Hatsune Miku

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This article is about the Vocaloid character. For the video game series which features her, see Hatsune Miku: Project DIVA.
In this Japanese name, the family name is "Hatsune".
Hatsune Miku
Miku hatsune cover.jpg
Vocaloid 2 (CV Series 01) package
Developer(s) Crypton Future Media
Initial release August 31, 2007
Stable release Hatsune Miku V3 / September 26, 2013
Development status Active
Operating system Windows, Mac OS
Platform PC
Available in Japanese
English
Type Vocal Synthesizer Application
License Proprietary
Website www.crypton.co.jp/mp/pages/prod/vocaloid/cv01.jsp

Hatsune Miku (初音ミク?), sometimes referred to as Miku Hatsune, is a humanoid persona voiced by a singing synthesizer application developed by Crypton Future Media, headquartered in Sapporo city. She uses Yamaha Corporation's Vocaloid 2 and Vocaloid 3 singing synthesizing technologies. She also uses Crypton Future Media's Piapro Studio, a singing synthesizer VSTi Plugin. She was the second Vocaloid sold using the Vocaloid 2 engine, and the first Japanese Vocaloid to use the Japanese version of the Vocaloid 2 engine. Her voice is sampled from Japanese voice actress Saki Fujita. Hatsune Miku has performed at her concerts onstage as an animated projection.[1] Hatsune Miku is portrayed to be a 16-year-old girl with long turquoise pigtails.

The name of the character comes from merging the Japanese words for first ( hatsu?), sound ( ne?) and future (Miku (ミク?) sounds like a nanori reading of future, 未来, normally read as "mirai"[2]), referring to her position as the first of Crypton's "Character Vocal Series". According to Crypton, her name is meant to signify the "first sound from the future".

Development[edit]

Hatsune Miku was developed by Crypton Future Media, using Yamaha's Vocaloid 2 and Vocaloid 3. Hatsune's voice was created by taking vocal samples from voice actress Saki Fujita at a controlled pitch and tone. These different samples all contained a single Japanese or English phonic which, when strung together, would create full lyrics and phrases. The pitch of the samples was to be altered by the synthesizer engine itself, and was constructed into a keyboard style instrument within the Vocaloid 2 and Vocaloid 3 programs.[citation needed]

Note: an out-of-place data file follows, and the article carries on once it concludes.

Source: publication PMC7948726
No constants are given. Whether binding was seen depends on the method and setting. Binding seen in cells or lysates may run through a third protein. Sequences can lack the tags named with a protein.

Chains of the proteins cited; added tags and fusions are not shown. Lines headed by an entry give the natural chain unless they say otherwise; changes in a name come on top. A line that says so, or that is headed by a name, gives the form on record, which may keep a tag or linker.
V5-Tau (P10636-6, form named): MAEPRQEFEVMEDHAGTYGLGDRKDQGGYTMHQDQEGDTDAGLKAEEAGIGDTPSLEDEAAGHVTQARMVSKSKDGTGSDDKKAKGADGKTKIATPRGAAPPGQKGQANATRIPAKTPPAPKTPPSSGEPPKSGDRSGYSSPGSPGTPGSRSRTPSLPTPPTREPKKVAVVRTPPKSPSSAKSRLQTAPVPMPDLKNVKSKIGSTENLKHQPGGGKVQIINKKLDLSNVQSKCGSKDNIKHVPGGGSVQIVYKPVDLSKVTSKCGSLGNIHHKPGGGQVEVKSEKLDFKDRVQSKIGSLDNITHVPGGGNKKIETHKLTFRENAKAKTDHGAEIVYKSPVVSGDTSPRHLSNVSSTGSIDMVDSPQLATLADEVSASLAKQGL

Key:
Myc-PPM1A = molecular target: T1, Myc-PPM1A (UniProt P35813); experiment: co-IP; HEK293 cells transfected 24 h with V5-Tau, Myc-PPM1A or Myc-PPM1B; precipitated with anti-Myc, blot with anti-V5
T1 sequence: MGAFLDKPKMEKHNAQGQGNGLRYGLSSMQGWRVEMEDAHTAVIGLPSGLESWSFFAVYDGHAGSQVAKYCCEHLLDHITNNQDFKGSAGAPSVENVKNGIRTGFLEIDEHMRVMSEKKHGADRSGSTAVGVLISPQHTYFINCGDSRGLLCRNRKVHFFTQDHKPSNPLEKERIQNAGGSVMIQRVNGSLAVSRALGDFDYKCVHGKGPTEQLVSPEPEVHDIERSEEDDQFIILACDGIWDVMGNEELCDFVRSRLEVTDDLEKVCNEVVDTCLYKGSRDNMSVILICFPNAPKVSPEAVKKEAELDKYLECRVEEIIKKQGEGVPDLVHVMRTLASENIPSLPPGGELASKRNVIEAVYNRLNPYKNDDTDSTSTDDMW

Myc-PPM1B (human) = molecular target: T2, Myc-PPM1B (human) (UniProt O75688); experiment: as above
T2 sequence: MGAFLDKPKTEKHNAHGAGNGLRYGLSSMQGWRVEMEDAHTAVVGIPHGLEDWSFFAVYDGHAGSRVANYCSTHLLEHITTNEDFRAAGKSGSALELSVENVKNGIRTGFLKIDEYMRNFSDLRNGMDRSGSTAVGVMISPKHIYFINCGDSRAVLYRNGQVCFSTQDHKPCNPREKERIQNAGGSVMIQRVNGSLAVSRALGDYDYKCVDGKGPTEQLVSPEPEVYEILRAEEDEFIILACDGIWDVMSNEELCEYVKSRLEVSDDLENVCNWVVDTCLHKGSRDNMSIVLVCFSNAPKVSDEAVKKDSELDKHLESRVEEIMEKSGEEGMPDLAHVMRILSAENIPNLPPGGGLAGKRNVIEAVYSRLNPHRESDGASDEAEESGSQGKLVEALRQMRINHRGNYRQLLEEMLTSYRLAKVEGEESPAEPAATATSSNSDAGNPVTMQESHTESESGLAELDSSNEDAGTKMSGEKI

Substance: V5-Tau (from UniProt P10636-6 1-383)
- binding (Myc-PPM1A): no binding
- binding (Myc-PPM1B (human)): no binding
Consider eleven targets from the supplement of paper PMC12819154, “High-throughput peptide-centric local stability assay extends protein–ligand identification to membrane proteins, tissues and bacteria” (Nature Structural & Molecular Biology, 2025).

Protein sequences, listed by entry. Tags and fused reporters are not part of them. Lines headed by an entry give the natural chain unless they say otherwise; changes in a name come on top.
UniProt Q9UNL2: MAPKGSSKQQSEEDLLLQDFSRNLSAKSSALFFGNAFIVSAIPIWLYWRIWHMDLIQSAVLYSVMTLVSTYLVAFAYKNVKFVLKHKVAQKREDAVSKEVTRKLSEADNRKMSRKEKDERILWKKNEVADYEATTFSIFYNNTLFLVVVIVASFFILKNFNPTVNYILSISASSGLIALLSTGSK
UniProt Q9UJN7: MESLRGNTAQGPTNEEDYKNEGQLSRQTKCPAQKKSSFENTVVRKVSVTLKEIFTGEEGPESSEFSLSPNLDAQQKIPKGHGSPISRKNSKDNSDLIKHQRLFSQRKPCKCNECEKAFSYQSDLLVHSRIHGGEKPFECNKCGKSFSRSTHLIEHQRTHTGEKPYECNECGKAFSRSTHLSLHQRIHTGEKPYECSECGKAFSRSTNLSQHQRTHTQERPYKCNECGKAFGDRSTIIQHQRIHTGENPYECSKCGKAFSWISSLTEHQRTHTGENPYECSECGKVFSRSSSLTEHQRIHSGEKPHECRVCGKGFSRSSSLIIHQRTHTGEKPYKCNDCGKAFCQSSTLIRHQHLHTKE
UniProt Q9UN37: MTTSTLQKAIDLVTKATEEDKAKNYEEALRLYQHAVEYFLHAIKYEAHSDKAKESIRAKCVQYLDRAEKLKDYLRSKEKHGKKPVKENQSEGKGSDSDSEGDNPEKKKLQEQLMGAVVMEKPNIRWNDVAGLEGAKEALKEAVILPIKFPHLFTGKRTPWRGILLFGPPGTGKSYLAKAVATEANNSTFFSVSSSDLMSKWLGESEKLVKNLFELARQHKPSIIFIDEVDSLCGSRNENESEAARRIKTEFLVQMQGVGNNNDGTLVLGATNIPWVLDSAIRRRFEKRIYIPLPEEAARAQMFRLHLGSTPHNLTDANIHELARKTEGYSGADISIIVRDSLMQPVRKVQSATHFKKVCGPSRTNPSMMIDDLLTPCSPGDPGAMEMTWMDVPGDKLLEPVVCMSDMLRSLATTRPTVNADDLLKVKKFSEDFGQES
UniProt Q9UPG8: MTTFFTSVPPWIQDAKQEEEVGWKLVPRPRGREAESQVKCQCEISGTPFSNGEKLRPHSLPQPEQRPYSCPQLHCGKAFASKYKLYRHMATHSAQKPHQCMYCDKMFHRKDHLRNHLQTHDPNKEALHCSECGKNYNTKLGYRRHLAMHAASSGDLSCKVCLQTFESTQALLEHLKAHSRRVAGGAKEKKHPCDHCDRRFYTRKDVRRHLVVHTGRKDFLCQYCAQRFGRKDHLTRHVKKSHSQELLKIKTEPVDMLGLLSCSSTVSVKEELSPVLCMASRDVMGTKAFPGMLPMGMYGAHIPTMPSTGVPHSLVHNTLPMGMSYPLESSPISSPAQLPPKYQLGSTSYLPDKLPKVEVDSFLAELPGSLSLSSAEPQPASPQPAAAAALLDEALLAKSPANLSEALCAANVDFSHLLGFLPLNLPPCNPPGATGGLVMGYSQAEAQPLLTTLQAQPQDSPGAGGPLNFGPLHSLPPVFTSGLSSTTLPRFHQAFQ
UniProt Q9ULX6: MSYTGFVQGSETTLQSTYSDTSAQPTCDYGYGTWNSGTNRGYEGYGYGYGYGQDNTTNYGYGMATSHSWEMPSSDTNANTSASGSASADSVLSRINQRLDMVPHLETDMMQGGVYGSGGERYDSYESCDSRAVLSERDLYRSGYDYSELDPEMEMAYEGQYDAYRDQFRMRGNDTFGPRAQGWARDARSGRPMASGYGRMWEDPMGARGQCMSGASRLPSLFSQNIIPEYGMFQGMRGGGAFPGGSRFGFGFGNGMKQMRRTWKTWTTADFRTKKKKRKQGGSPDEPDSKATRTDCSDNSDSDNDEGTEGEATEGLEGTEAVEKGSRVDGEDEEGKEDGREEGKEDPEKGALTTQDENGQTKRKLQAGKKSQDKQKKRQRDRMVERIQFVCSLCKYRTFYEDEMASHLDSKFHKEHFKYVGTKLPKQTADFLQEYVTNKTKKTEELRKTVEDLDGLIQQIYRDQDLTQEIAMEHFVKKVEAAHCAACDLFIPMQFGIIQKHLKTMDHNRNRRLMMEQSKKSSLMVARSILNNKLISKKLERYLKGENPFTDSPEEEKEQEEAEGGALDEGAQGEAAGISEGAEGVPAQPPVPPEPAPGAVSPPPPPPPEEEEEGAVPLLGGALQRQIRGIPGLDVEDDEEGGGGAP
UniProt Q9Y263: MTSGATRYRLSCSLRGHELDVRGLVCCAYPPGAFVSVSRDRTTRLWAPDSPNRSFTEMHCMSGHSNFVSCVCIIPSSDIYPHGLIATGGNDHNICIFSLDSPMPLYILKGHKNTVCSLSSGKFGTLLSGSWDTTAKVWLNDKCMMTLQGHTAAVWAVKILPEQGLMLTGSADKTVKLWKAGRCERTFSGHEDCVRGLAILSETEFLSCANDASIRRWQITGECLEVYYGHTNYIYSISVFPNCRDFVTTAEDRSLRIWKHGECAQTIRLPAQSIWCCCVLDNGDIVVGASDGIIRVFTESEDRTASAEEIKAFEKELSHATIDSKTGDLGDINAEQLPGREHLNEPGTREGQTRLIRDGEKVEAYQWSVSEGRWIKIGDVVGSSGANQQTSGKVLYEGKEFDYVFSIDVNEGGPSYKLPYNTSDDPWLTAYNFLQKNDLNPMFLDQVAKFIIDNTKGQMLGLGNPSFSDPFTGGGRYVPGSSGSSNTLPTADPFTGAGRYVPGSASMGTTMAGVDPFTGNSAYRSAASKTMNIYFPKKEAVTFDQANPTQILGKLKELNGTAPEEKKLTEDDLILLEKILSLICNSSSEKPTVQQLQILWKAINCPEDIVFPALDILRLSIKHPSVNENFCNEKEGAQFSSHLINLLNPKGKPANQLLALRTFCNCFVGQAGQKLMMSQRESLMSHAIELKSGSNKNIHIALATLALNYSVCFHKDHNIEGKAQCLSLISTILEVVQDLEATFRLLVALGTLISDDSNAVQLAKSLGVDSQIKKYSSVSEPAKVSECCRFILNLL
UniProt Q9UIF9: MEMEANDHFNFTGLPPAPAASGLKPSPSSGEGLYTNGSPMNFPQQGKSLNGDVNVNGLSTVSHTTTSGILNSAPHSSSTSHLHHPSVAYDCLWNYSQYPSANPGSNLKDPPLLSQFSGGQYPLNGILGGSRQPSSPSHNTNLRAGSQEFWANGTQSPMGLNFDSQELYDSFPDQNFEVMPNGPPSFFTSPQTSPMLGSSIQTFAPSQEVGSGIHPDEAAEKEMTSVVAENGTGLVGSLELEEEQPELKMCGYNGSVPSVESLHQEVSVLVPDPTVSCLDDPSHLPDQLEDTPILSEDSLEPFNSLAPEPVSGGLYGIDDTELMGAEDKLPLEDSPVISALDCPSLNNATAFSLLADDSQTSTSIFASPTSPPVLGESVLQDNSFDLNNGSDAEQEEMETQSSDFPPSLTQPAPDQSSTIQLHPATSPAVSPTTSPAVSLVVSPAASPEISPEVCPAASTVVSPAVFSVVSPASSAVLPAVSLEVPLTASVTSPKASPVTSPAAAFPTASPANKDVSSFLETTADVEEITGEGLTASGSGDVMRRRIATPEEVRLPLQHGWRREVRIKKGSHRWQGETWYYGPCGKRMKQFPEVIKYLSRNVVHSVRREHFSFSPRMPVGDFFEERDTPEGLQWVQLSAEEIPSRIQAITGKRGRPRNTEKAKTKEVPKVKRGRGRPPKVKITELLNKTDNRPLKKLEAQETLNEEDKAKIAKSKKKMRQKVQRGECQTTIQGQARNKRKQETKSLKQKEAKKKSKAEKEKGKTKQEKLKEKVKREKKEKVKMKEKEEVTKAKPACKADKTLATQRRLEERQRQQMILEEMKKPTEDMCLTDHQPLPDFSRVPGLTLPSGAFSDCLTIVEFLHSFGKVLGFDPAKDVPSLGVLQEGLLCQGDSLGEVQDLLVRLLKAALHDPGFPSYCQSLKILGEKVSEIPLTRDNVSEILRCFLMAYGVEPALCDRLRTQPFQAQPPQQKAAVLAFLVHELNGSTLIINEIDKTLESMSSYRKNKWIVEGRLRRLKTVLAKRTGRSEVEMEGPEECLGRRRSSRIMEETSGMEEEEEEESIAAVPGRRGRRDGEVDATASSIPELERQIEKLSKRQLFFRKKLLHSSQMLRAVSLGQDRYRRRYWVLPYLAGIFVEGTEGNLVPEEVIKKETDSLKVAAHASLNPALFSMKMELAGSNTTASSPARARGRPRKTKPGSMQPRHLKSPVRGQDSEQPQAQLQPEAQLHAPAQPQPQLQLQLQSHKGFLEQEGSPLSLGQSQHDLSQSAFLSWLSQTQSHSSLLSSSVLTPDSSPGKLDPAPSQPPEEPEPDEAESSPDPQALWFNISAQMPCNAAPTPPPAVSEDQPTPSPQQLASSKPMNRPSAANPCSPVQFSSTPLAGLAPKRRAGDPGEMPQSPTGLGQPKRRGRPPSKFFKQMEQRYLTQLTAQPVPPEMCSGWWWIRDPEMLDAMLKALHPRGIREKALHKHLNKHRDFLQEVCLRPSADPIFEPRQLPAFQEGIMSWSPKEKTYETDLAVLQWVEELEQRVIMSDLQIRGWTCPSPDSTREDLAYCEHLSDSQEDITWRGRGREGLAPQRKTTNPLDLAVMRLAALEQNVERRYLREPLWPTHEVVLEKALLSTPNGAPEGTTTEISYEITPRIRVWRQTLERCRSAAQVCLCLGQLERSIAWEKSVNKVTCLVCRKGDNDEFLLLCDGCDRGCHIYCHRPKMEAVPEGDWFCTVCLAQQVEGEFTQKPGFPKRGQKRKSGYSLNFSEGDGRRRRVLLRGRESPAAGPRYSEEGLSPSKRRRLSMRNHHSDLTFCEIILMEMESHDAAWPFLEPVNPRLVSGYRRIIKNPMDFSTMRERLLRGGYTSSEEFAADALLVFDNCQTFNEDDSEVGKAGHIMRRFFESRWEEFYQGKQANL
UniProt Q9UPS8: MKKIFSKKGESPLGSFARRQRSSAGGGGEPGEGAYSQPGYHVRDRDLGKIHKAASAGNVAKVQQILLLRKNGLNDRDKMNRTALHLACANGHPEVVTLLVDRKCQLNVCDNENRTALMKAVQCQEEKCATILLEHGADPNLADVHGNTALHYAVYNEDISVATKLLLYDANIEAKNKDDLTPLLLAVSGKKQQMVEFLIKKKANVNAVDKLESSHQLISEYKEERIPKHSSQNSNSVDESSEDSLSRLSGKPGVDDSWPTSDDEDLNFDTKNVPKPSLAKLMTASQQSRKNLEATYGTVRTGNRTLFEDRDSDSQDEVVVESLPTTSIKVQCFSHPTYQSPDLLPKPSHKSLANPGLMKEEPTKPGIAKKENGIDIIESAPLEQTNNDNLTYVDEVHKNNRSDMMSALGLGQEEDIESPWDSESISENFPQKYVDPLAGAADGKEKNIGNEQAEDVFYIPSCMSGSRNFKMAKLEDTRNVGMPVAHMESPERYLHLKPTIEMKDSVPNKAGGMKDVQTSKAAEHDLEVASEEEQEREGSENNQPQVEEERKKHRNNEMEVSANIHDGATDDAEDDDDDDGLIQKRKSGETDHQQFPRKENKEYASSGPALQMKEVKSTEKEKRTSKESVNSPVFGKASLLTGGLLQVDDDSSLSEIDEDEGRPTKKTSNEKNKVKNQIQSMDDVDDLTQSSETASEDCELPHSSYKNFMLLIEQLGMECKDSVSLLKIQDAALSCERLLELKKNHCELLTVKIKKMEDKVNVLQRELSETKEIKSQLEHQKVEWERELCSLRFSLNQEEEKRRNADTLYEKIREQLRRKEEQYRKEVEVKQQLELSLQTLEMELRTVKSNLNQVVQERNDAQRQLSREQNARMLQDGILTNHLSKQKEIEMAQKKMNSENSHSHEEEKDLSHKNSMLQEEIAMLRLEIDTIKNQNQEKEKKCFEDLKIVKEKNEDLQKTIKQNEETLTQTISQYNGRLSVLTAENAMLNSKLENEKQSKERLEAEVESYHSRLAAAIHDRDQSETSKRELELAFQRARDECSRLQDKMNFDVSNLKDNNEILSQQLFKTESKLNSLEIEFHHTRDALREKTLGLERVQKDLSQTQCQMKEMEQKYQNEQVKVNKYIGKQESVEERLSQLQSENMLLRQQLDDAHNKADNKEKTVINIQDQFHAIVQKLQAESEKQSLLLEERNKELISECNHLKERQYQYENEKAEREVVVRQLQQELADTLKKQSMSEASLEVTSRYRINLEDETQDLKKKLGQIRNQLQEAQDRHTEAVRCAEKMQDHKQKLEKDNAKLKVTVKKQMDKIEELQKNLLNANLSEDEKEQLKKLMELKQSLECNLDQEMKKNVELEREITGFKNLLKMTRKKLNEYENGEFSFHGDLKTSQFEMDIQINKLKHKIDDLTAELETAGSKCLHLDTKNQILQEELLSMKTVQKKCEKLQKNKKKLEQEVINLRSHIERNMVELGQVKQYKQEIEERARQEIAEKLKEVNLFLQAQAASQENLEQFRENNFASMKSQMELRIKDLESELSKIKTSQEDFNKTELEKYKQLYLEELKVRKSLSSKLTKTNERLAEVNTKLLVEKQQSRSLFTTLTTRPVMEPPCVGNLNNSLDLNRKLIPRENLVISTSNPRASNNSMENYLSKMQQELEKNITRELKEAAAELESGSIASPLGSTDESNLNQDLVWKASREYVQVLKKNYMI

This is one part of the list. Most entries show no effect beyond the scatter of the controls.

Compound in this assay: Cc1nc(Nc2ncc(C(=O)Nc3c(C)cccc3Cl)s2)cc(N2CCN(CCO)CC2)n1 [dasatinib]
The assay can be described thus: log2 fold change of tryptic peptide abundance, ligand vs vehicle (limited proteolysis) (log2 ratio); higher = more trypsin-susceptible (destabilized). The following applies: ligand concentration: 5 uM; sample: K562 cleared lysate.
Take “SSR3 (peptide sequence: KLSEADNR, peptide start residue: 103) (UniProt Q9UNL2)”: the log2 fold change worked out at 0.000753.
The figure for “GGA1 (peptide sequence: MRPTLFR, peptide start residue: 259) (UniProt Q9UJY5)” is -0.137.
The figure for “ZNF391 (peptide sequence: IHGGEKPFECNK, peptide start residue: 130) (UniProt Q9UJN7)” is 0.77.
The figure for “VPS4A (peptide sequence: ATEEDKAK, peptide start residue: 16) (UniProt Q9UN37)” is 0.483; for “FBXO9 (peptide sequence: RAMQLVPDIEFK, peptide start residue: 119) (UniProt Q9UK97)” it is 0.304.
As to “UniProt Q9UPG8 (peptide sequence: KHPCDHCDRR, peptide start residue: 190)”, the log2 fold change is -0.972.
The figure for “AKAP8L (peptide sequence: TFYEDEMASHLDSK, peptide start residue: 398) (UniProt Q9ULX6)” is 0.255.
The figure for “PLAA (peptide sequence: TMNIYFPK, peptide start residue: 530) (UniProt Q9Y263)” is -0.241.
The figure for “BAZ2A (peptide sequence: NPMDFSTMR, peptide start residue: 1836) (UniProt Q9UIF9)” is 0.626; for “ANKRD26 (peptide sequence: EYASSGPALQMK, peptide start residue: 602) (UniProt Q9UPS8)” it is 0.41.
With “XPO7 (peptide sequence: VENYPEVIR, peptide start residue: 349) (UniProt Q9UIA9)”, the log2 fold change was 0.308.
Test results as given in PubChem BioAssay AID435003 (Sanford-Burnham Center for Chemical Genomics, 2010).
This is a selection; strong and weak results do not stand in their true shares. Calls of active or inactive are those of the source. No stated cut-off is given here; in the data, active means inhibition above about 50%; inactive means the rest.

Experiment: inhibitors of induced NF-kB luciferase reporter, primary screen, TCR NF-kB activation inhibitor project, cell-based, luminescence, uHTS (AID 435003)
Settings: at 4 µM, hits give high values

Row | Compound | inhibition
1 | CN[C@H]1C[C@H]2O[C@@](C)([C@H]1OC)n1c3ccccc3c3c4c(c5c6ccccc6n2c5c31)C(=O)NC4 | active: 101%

Crypton released the first of their "Character Vocal Series", Hatsune Miku, on August 31, 2007. Crypton had the idea to release Miku as "an android diva in the near-future world where songs are lost."[3] Hatsune Miku was released for Vocaloid 3 on August 31, 2013, including an English vocal library.[4]

Marketing[edit]

Though developed by Yamaha, the marketing of each Vocaloid is left to the studio that created the particular Vocaloid. Yamaha themselves do maintain a degree of promotional efforts in the actual Vocaloid software, as seen when the humanoid robot model HRP-4C was set up to react to three Vocaloids—Hatsune Miku, Megpoid and Crypton's noncommercial Vocaloid software "CV-4Cβ"—as part of promotions for both Yamaha and HRP-4C at CEATEC in 2009.[5][6] Japanese magazines such as DTM magazine are responsible for the promotion and introduction for many of the Japanese Vocaloids to Japanese Vocaloid fans. It has featured Vocaloids such as Miku, Kagamine Rin and Len, and Megurine Luka, printing some of the sketches by artist Kei and reporting the latest news on the Vocaloids.

Crypton has been involved with the marketing of their Character Vocal Series, particularly Hatsune Miku, which has been actively involved in the GT300 class of the Super GT since 2008 with the support of Good Smile Racing (a branch of Good Smile Company, mainly in charge of car-related products, especially itasha (cars featuring illustrations of anime-styled characters) stickers). Although Good Smile Company was not the first to bring the anime and manga culture to Super GT, it departs from others by featuring itasha directly rather than colorings onto vehicles.